Testing code is paramount, it ensures your code behaves as expected.
If you write Python unit tests, you’re likely familiar with the
MagicMock class, which enables the simulation of object behaviours for testing purposes.
One common testing scenario is checking how your code handles exceptions.
But how can you simulate an exception being raised from a mock object (like a mocked function)?
How can you leverage
MagicMock to raise exceptions deliberately, mimicking error scenarios during testing?
Whether you’re testing error handling, validating exception propagation, or ensuring that exceptions do not break your system,
MagicMock offers a solution.
In this article, we’ll learn how to raise exceptions in mock objects and demonstrate how Python’s
MagicMock provides a clean, efficient way to achieve this with one simple parameter.
We’ll also learn the difference between mocking and patching and how to test raised exceptions (mocked and non-mocked) with example code.
Are you ready?
After reading this article, you’ll learn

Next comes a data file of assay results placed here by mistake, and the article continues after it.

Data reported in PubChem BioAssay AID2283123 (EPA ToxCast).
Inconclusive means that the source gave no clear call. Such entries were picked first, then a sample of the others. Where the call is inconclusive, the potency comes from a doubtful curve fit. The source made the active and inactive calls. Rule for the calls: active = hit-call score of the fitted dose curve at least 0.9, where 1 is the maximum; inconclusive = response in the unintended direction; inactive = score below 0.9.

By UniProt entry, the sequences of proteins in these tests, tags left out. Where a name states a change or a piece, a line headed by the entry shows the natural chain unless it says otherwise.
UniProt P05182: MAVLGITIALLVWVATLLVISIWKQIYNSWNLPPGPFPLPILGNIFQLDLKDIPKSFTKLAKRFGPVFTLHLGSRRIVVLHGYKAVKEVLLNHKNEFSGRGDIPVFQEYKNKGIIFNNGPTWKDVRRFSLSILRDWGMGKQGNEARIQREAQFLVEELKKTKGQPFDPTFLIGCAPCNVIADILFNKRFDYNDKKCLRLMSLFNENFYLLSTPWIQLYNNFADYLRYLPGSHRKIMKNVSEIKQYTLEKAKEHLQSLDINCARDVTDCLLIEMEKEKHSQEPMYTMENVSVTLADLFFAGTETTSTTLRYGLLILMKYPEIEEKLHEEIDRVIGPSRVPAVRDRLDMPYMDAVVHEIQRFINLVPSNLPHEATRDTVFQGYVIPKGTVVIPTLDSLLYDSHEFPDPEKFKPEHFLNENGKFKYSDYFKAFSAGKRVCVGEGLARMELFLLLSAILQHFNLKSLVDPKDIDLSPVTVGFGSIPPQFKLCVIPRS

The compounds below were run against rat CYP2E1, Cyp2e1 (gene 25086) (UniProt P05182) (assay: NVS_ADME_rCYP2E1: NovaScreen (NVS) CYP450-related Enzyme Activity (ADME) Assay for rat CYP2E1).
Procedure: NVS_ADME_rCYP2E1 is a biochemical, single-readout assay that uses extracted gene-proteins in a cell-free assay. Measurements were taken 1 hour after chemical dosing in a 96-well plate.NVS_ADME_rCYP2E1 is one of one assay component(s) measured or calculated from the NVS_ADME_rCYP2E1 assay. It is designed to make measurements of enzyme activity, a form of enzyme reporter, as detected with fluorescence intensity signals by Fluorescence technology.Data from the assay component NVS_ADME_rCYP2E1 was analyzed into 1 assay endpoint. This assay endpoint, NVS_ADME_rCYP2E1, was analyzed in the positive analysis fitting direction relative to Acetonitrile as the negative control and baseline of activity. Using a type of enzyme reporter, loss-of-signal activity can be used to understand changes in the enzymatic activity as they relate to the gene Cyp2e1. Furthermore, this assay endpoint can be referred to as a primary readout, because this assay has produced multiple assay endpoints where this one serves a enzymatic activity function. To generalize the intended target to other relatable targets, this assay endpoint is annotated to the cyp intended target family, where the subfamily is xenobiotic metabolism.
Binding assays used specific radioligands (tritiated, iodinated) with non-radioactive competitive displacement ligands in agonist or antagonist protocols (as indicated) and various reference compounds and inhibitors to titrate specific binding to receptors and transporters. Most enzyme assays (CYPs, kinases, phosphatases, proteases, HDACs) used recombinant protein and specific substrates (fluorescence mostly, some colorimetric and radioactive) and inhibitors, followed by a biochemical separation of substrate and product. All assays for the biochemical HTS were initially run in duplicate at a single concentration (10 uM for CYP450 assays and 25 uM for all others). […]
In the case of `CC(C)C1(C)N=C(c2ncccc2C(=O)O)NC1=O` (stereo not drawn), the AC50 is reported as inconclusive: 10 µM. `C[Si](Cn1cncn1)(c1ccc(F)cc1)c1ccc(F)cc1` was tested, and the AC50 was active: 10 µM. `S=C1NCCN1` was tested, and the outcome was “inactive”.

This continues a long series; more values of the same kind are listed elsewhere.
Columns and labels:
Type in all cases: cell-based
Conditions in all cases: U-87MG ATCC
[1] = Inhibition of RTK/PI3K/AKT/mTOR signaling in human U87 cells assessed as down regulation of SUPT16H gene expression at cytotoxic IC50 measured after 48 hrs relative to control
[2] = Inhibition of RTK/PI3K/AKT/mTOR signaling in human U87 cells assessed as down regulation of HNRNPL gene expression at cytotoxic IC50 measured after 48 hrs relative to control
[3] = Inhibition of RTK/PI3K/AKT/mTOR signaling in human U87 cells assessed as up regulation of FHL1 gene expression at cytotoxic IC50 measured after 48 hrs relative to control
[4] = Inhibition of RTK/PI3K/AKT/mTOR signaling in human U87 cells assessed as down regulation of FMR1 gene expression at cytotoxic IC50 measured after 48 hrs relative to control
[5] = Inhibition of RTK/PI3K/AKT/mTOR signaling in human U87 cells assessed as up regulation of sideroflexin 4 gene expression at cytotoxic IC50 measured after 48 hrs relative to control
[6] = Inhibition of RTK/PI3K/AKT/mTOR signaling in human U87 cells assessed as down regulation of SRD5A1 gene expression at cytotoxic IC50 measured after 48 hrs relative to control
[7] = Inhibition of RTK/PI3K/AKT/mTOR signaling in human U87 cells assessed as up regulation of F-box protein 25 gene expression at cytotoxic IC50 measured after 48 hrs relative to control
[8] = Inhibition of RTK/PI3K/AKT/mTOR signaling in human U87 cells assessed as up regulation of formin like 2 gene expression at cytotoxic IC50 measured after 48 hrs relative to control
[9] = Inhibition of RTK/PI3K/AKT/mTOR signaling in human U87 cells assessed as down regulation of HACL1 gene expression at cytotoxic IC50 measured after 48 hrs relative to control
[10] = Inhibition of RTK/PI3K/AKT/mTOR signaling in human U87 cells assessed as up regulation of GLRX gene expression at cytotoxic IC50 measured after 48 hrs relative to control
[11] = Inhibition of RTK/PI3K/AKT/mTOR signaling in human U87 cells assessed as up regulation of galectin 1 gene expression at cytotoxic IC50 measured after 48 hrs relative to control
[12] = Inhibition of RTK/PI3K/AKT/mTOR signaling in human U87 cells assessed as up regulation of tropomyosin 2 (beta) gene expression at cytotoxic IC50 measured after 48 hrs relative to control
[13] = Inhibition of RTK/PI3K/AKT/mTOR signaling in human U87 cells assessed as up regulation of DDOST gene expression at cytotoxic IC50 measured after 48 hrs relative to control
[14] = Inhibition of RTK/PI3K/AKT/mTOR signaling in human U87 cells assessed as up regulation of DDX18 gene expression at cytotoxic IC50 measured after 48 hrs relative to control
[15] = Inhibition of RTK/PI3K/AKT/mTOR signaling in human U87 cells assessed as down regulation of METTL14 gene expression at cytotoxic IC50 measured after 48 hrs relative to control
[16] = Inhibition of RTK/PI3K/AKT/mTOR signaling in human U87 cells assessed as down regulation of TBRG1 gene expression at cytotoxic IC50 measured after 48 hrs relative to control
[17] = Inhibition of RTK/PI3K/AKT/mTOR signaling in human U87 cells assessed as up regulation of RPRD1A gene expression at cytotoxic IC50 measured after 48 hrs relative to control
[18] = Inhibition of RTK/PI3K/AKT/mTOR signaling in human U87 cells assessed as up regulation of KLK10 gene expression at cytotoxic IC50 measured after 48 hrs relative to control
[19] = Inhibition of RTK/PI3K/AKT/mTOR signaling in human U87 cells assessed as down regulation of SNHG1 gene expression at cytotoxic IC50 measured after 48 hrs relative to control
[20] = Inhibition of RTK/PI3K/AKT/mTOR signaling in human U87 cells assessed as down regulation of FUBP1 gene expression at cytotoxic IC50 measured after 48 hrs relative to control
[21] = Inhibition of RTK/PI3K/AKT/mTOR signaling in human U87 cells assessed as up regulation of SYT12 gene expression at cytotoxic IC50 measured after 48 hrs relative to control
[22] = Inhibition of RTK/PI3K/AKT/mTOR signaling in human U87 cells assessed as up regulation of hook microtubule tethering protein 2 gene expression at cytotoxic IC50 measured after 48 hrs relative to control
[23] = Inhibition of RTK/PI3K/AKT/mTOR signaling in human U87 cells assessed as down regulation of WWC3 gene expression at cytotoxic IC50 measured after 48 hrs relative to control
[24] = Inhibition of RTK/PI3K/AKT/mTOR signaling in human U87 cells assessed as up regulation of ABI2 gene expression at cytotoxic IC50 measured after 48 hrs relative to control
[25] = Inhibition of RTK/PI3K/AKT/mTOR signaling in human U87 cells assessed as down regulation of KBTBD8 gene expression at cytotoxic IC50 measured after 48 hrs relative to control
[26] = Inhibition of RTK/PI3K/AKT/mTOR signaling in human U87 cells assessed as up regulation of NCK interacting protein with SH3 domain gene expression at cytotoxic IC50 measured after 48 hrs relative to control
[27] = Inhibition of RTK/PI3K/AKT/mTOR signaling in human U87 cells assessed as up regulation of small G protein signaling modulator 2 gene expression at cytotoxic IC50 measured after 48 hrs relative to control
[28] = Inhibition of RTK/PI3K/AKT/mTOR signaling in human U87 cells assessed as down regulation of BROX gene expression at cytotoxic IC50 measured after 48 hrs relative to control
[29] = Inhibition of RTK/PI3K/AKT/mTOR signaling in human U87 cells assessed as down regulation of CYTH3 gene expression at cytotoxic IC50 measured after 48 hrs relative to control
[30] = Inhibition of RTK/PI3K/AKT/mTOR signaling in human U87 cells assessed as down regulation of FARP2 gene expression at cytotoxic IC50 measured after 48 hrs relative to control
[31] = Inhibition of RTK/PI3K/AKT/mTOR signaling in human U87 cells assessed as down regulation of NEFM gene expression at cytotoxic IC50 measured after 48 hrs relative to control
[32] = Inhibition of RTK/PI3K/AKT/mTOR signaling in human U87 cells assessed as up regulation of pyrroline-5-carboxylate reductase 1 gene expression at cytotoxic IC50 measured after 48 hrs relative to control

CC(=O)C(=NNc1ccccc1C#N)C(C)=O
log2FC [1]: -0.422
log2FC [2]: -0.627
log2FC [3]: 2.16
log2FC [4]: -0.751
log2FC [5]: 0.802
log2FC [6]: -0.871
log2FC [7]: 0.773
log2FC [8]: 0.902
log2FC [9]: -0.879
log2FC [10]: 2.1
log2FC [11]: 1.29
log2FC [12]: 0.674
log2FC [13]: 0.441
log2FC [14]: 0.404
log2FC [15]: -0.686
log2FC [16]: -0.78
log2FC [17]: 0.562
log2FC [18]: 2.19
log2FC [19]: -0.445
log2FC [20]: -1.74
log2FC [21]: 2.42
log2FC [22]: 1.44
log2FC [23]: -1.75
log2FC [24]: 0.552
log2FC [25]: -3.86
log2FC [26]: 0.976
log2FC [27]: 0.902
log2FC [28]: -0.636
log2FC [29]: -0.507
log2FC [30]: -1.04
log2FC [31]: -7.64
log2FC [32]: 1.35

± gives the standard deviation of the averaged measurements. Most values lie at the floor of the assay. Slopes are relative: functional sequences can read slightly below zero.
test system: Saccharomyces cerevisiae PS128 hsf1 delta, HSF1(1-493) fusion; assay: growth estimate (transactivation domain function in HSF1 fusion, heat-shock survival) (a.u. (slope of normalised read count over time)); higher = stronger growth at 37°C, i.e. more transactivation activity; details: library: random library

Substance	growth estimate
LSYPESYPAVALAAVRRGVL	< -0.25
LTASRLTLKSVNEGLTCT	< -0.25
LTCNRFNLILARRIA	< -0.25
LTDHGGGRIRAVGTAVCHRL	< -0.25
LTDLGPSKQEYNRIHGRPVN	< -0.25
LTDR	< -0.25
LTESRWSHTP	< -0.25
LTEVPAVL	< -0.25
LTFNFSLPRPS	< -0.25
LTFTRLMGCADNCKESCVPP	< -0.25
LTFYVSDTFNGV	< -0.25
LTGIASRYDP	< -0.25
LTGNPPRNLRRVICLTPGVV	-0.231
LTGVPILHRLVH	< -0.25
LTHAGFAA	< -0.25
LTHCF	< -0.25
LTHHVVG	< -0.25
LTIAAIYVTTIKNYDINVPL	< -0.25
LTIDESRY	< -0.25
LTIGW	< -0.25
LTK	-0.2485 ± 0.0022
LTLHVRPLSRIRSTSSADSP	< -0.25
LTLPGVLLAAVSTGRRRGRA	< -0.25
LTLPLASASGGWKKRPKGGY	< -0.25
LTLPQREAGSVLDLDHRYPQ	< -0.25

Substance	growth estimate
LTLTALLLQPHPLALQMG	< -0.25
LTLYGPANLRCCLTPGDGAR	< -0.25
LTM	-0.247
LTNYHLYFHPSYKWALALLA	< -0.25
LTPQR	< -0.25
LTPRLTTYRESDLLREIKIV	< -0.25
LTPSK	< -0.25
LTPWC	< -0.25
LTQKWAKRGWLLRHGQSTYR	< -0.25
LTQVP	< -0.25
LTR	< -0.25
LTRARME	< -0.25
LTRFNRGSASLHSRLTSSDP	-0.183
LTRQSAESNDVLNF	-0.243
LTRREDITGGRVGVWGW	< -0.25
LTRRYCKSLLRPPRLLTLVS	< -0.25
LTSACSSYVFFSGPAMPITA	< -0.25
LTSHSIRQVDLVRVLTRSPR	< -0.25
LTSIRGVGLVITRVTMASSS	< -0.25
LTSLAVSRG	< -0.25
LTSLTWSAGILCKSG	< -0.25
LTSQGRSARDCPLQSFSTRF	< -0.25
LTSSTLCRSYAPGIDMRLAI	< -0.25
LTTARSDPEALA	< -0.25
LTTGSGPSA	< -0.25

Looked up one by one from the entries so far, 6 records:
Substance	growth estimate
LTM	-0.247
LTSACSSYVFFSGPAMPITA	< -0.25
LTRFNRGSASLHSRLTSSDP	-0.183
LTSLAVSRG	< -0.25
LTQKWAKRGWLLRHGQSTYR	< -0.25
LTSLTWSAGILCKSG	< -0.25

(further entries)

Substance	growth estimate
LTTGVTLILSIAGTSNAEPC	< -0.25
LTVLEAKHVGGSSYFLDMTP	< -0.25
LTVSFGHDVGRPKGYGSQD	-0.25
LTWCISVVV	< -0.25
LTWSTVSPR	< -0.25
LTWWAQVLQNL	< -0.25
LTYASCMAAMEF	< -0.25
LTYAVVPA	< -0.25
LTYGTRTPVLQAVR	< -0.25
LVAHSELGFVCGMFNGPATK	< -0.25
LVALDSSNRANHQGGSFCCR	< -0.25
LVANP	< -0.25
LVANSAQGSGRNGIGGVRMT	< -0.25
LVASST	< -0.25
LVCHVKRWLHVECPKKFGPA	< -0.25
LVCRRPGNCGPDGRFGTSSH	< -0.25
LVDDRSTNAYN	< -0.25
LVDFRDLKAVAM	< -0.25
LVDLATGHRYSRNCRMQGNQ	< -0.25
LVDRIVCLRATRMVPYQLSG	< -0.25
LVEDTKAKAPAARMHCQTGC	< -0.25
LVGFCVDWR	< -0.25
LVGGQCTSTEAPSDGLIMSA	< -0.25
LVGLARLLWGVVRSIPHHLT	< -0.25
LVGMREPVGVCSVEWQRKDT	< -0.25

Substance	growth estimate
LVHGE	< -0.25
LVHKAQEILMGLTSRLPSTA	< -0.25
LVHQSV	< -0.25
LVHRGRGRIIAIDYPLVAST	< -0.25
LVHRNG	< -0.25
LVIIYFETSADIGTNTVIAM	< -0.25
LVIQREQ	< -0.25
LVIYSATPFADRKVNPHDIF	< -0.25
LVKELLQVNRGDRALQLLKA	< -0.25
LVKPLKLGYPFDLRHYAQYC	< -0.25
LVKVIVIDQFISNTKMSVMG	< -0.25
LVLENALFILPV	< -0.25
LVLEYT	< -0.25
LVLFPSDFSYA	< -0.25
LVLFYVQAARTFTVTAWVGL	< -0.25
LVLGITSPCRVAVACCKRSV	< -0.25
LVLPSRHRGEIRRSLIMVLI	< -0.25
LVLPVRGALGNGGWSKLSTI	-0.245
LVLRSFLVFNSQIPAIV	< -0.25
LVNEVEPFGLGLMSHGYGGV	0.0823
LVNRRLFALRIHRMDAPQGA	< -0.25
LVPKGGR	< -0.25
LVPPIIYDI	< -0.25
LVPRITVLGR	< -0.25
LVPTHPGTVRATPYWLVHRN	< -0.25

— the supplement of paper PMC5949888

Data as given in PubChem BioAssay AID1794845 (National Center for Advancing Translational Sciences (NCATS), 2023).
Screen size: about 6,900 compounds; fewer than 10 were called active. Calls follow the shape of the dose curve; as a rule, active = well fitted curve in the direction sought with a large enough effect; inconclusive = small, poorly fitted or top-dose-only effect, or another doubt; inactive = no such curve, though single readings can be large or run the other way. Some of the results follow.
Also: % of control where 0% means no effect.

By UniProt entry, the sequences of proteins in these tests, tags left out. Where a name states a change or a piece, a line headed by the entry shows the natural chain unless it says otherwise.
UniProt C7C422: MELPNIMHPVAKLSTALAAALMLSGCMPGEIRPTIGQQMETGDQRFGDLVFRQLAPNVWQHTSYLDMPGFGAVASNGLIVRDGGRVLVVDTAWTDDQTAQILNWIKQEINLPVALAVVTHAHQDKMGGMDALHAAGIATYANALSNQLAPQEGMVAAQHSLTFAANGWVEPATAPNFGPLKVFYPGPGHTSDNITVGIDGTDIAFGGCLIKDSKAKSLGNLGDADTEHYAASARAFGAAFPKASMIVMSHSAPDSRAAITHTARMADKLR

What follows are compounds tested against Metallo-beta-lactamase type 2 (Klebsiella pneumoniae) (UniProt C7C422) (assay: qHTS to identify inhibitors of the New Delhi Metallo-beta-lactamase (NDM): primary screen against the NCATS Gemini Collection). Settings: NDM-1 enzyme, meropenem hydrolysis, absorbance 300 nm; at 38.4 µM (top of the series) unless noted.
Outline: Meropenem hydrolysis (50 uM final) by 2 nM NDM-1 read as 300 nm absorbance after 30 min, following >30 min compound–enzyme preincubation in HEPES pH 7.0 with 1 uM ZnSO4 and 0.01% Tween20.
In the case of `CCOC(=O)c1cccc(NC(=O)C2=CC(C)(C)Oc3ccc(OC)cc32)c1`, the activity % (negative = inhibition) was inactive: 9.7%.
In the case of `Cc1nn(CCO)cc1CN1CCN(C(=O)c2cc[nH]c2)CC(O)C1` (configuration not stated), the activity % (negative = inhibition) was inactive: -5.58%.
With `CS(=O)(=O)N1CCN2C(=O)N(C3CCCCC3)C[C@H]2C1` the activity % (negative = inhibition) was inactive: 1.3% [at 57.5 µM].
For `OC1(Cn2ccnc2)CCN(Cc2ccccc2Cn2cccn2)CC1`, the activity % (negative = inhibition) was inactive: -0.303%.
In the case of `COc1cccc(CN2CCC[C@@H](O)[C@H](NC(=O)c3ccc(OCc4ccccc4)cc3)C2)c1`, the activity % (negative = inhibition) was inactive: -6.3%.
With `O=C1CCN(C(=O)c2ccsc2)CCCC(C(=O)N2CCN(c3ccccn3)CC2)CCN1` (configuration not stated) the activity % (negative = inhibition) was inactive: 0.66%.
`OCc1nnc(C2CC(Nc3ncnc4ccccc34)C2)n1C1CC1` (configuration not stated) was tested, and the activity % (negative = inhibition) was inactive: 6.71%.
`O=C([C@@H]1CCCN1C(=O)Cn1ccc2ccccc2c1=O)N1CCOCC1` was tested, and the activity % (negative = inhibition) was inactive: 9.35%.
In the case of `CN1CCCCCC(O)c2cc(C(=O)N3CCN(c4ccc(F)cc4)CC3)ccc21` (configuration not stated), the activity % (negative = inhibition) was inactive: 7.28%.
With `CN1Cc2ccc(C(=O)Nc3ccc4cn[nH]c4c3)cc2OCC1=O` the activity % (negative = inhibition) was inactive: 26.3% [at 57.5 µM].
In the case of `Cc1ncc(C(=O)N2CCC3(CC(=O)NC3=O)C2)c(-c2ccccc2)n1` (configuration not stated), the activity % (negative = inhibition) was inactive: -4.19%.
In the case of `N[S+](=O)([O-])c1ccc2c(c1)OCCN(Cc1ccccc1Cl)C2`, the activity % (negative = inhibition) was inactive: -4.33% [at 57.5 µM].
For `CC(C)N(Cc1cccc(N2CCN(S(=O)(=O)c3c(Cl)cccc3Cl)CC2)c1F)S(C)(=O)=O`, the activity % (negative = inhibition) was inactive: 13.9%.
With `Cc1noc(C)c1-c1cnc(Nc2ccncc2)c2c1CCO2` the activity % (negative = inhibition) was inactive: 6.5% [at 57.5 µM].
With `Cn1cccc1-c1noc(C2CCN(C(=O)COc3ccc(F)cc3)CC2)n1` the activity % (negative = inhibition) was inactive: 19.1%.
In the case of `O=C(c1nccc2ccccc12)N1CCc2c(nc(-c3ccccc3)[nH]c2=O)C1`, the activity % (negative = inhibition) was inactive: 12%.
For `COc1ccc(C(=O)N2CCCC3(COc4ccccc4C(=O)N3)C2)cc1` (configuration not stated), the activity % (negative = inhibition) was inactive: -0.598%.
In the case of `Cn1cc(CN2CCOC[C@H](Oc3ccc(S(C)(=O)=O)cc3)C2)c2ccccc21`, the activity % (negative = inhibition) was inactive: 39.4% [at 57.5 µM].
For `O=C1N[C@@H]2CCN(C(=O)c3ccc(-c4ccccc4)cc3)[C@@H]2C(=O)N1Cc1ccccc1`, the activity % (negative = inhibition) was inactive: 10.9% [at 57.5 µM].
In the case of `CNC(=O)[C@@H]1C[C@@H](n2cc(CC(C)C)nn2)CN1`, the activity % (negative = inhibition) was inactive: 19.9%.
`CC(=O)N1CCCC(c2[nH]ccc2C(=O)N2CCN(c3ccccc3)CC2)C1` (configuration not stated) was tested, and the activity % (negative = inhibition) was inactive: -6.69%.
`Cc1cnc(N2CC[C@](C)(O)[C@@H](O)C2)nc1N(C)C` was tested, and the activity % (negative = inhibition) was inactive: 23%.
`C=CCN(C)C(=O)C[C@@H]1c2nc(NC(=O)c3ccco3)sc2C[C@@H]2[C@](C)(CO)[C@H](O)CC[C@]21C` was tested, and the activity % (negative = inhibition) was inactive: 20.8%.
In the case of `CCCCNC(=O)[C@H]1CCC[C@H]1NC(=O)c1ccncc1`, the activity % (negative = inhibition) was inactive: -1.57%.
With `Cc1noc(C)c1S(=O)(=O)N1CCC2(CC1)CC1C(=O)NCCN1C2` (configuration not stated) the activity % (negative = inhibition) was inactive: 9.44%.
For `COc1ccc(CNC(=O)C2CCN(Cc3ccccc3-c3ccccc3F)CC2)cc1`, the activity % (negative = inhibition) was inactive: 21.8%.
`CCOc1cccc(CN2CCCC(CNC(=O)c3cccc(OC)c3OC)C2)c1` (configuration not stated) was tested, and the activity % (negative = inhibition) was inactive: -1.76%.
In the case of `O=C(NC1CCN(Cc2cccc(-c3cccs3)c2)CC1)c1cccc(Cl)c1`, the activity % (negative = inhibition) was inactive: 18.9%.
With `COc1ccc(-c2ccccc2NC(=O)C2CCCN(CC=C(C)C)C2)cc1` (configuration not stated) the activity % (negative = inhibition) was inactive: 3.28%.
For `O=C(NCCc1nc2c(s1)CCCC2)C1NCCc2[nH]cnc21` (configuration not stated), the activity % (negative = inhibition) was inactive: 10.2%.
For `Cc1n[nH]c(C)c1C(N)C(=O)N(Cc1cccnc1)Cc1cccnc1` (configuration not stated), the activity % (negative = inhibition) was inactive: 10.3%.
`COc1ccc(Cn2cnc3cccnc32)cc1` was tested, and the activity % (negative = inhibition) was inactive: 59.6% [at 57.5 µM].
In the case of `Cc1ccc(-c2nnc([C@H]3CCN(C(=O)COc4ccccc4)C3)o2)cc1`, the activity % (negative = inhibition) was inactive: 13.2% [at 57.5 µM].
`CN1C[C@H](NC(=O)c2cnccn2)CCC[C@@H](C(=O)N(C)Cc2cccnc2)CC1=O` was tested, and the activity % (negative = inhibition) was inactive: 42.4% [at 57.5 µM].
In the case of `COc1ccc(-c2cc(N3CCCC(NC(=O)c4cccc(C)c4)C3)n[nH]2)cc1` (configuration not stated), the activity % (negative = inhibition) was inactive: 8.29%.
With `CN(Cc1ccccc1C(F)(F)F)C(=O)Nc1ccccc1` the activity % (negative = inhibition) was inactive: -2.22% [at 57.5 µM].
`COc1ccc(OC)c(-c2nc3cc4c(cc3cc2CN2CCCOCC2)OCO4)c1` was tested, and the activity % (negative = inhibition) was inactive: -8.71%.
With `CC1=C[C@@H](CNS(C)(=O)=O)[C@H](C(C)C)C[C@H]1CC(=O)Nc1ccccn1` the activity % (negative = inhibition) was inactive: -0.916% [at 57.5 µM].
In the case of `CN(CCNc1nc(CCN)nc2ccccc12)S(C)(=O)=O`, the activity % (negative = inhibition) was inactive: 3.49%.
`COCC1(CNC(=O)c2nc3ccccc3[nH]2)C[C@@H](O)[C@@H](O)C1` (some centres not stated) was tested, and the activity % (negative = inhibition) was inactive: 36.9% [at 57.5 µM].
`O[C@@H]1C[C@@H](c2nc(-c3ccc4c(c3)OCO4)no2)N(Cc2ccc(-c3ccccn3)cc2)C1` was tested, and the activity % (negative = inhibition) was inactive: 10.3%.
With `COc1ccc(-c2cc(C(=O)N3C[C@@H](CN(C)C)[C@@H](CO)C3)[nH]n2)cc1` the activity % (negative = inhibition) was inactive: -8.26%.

- How to mock functions in Pytest
- How to test exceptions in Pytest
- How to test exceptions raised by mocked functions in Pytest
- Master mocking and exception handling testing with Pytest
First a quick refresher of important concepts. Let’s get into it.
pytest refers to the practice of simulating specific behaviours of objects or functions to facilitate unit testing.
Instead of using actual system resources or making real external calls, mocking replaces these elements with
These mock objects can mimic any behaviour, such as returning specific values or raising exceptions, as instructed by the tester.
pytest in combination with packages like
unittest.mock, you can easily replace parts of your system with mock objects.